Hospitality sector on course to lose more than £53bn in sales during ‘disaster’ 2020

By Stuart Stone contact

- Last updated on GMT

Related tags: Cga, ukhospitality, Finance, Pubco + head office, Tenanted + leased, Food, Drink

The UK’s hospitality sector has seen sales figures plummet by more than £53bn in 2020 – with more to come from collapsed Christmas trading – new research from CGA has found.

Produced in tandem with sector trade body UKHospitality, CGA’s Survival to Revival report, the eighth edition of its Future Shock series, revealed a £53.3bn year-on-year drop sales drop between the start of April and the end of September.

What’s more, it revealed both falling consumer and business confidence, with 78% of British adults concerned about the long-term financial implications of the pandemic, and 27% of busines leaders of multi-site groups predicting they will be unviable by mid-2021 with current levels of support.

Additionally, the report – published before the announcement of tier four on 19 December – forecast bleak Christmas trading while 98% of England’s licensed premises in severely restricted Tier 2 and 3 areas.

Hitting pubs hard

News of a massive sector-wide sales slump in 2020 comes after new data from pay-at-table app OrderPay revealed that pub sales of at least £2.6bn will be lost during December under the latest raft of Government-mandated trading restrictions and business closures.

“We know that the festive period is usually the busiest time of year for pubs as people come together to socialise and celebrate,” Richard Carter, co-founder of OrderPay, said.

“But this year things are very different and it’s clear from our data that the restrictions are hitting pubs hard and resulting in a staggering amount of lost sales - for individual operators and across the industry as a whole.”

On top of this, the British Beer & Pub Association also predicted that beer sales in pubs are expected to be 90% lower than ‘normal’ over the festive period – a drop of 270m pints.

Long road to recovery

Karl Chessell, business unit director, retail and food at CGA, described 2020 as “the most difficult year in hospitality that most of us have ever known” and highlighted its latest report as a chance to reflect on the “havoc” it has wrought.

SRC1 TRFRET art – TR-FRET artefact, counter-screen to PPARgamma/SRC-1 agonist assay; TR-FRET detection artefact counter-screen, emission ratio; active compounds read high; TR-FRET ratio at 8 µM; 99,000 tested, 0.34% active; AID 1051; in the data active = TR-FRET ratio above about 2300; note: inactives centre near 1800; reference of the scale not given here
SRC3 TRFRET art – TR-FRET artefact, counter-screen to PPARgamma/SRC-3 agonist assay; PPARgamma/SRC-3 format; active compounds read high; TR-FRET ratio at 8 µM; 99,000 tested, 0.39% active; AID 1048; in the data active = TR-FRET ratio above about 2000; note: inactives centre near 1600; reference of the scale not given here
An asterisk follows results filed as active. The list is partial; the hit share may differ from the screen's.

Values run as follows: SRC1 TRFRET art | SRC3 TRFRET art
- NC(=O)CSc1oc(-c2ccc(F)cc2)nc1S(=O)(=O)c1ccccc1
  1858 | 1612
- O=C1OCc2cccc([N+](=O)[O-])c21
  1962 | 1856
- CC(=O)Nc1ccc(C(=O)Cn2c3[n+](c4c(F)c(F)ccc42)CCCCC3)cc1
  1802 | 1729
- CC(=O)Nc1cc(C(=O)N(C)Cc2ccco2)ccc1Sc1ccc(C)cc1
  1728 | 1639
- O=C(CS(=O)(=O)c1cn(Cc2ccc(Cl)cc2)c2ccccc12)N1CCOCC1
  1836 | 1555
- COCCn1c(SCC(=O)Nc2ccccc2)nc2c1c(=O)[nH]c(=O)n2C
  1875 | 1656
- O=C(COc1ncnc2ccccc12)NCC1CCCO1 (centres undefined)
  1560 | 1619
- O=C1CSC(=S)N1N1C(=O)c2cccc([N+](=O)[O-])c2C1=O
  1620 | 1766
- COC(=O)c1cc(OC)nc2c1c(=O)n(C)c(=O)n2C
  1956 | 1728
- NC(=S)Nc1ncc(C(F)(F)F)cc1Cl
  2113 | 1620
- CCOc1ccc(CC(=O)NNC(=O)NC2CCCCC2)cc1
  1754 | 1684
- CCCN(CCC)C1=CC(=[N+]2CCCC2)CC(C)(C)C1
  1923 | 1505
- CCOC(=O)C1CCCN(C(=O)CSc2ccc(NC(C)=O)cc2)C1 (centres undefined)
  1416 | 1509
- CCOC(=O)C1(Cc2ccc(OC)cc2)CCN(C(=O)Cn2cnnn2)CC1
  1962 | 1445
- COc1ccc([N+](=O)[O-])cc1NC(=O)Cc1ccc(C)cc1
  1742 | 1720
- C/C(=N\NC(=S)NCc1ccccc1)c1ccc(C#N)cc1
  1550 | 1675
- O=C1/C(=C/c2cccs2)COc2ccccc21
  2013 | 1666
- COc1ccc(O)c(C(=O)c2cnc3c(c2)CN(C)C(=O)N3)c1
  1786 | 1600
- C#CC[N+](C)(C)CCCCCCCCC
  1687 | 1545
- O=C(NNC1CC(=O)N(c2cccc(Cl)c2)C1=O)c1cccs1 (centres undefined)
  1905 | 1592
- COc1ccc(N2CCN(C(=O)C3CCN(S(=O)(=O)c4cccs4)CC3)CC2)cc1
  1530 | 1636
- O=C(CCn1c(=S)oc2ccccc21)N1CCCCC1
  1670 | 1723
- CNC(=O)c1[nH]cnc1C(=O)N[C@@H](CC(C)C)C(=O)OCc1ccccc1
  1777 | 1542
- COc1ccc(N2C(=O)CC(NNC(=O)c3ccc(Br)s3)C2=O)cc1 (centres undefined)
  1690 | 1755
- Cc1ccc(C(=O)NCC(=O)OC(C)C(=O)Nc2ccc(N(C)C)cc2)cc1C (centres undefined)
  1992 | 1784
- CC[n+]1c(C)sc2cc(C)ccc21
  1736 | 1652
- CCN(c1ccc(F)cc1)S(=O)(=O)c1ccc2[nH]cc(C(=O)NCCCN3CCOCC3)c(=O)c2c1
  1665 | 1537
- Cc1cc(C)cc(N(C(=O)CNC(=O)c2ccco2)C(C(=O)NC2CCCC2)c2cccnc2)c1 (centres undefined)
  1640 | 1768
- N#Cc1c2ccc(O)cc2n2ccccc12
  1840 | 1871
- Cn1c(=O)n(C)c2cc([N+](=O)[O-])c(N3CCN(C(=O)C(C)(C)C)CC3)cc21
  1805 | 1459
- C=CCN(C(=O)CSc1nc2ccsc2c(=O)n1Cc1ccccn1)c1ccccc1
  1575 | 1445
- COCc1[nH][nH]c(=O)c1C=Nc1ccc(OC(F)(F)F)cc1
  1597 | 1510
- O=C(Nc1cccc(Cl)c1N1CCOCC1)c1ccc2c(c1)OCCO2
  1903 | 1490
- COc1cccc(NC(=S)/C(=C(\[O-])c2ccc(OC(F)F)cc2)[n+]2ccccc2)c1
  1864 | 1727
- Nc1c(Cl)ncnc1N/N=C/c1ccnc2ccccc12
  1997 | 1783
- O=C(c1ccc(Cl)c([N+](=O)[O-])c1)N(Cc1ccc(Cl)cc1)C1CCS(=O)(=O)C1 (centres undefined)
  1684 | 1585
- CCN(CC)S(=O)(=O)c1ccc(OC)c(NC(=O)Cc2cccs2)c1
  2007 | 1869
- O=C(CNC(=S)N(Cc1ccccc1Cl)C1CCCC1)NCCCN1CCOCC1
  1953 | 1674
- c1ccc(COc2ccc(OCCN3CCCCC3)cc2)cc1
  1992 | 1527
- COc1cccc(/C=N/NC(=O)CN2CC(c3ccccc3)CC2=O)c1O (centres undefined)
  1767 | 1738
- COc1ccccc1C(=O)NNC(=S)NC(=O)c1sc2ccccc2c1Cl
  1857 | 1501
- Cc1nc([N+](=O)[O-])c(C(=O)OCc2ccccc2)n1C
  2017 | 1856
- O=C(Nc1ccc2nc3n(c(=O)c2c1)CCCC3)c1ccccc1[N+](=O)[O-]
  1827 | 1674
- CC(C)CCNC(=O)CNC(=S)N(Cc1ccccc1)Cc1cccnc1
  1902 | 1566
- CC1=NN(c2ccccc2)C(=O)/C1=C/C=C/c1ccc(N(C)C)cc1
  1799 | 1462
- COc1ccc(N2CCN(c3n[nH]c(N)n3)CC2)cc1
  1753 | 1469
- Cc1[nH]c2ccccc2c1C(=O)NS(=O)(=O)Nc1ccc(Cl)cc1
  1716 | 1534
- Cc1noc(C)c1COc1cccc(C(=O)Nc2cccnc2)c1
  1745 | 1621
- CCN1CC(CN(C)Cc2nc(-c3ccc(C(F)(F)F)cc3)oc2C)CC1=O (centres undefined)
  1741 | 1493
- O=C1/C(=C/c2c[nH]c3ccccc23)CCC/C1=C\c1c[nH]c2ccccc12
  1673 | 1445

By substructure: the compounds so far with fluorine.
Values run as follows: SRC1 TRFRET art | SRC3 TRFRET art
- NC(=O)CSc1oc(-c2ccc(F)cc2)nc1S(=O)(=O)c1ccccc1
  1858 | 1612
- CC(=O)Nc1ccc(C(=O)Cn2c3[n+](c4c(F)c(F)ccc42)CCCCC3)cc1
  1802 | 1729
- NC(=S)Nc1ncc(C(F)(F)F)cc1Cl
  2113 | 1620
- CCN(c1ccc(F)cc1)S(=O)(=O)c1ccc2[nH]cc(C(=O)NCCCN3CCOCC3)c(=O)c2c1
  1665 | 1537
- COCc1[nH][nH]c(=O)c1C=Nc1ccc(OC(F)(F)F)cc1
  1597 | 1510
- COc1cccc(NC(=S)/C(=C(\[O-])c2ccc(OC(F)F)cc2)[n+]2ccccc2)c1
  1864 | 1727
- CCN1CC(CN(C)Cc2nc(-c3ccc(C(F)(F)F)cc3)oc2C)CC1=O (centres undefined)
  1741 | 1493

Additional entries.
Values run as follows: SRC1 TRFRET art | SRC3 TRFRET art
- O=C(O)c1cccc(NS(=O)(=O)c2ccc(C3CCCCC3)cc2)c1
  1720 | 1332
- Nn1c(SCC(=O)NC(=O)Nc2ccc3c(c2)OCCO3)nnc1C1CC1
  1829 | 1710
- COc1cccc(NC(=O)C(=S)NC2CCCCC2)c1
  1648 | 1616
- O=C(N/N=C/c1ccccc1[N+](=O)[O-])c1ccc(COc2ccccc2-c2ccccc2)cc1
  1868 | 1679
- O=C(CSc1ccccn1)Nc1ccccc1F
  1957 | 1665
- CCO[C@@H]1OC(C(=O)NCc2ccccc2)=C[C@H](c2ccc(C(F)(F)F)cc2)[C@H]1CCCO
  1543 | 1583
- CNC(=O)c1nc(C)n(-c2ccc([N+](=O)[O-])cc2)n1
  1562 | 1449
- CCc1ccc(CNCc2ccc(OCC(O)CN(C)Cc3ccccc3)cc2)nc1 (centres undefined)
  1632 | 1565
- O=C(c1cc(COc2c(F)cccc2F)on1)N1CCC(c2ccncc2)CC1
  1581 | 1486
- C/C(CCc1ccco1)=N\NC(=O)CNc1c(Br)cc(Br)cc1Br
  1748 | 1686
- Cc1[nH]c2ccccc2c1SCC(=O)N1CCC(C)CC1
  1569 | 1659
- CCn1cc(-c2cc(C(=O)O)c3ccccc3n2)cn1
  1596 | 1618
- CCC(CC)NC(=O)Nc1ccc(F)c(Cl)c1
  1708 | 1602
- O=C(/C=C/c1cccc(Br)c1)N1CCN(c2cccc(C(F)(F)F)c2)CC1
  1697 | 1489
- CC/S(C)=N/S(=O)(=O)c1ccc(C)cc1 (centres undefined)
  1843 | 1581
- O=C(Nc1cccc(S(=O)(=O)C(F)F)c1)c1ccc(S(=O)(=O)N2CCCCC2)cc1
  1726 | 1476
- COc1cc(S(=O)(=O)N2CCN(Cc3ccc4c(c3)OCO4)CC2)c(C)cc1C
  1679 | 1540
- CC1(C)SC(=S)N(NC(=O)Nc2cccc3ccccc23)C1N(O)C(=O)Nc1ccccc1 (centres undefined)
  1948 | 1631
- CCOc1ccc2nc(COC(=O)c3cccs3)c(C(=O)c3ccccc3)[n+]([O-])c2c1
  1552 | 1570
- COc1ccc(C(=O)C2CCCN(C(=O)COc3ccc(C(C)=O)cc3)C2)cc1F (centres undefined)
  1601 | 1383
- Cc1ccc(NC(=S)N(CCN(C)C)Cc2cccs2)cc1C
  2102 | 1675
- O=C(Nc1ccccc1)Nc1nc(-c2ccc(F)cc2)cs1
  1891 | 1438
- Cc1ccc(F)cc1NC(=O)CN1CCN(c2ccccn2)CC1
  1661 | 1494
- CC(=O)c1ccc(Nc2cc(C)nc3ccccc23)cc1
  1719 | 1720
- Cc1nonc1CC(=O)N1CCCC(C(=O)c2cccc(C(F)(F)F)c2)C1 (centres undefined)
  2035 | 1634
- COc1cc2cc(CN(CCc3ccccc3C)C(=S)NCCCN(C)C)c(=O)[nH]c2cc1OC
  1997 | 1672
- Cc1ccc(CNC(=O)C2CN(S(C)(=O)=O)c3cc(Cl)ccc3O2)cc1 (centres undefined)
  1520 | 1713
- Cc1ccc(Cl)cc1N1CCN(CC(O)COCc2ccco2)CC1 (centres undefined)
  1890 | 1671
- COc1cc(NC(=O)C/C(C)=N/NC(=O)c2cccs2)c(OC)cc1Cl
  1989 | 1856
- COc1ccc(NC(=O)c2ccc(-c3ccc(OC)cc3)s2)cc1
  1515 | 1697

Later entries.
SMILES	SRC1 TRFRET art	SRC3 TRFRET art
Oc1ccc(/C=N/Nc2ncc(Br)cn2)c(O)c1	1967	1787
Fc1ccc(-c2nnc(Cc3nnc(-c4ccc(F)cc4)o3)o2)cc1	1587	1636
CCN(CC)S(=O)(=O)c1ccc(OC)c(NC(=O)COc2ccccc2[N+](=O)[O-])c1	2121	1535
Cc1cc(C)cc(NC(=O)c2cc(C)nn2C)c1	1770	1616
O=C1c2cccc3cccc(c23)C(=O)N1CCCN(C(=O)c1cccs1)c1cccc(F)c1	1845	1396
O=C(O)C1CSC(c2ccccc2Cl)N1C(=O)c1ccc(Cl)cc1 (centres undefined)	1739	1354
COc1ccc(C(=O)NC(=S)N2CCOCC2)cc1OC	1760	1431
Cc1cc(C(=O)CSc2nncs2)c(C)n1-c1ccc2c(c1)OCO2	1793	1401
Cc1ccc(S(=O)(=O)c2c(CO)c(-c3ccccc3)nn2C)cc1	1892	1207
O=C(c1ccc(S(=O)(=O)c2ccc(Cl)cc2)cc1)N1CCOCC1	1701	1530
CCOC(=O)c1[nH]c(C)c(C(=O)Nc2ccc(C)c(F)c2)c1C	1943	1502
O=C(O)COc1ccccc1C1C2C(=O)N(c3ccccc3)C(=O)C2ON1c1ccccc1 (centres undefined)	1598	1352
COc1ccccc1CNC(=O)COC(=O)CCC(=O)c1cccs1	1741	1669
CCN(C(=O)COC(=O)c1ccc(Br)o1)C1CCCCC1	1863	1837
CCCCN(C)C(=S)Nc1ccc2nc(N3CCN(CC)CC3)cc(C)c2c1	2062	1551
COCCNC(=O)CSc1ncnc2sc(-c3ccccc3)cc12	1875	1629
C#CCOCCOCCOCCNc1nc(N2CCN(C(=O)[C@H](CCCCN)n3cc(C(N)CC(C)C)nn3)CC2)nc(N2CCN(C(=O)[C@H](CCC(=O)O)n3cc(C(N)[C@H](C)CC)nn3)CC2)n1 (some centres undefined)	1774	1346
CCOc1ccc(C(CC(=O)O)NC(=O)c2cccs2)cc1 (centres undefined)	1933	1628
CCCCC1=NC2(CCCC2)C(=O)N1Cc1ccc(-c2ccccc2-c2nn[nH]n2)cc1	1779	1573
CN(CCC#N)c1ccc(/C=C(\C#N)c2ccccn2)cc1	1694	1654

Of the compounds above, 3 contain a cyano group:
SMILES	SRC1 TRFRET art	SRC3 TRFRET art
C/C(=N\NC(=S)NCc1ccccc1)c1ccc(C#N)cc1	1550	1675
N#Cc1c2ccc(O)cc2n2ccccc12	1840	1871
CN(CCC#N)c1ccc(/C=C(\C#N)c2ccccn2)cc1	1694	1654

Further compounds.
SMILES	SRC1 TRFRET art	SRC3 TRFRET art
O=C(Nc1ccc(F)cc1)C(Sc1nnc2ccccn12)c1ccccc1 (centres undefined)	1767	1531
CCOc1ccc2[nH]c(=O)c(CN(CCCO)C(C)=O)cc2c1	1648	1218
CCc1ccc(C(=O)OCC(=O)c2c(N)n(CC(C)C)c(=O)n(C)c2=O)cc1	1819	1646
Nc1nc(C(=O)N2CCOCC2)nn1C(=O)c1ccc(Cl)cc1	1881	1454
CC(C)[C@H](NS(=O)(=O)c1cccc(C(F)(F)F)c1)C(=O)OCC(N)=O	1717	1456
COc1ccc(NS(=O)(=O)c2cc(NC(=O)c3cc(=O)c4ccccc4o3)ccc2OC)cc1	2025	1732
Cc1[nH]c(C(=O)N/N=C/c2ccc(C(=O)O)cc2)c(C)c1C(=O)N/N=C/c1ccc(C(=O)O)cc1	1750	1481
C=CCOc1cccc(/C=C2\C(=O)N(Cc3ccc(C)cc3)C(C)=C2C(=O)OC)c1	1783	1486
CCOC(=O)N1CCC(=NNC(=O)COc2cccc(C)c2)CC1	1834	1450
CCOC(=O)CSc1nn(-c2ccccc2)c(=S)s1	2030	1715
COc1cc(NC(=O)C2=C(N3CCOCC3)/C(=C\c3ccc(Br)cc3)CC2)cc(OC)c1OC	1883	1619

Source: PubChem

“Sadly, there have already been many business casualties in our sector, and more will inevitably follow as a result of the onerous limits on trading and socialising at what should be the busiest time of the year,” he said.

“But among businesses that have been able to sustain themselves, the pandemic has instilled a resilience and innovation that will stand them in good stead for years to come.

“The road to recovery clearly has a long way to run yet but there is light at the end of the tunnel, and at some point in 2021 we can hope for a release in the pent-up demand for all the experiences that people love in hospitality.”

Kate Nicholls, chief executive at UKHospitality, added: “Undoubtedly, 2020 has been a disaster for the sector.

“Every aspect of hospitality in every corner of the UK has come under enormous pressure and we are by no means out of the woods.

“There is, though, every chance that with the right support businesses can begin to trade their way out of danger and towards some degree of prosperity next year.

“The roll-out of a vaccine should give us all confidence that the next year will be dramatically better than this one.”

Safer than retail?

However, the report also found that 95% of consumers have been satisfied with the level of hygiene they have found in hospitality venues this year with more than half (55%) saying they feel safer in hospitality venues than in retail.

This comes after research from global intelligence platform Streetbees in August found that more than eight-in-ten (85%) pubgoers believed their local was following Covid-19 secure Government guidance such as maintaining social distancing, collecting customer contact details and providing hand sanitiser where possible.

What’s more, Streetbees also found that 13% of respondents believed pubs and bars they’d visited since the easing of lockdown restrictions over the summer had adapted to guidance “very well” while a further 31% believed their local had done “well” in adapting their business for the new normal.

Related topics: Legislation

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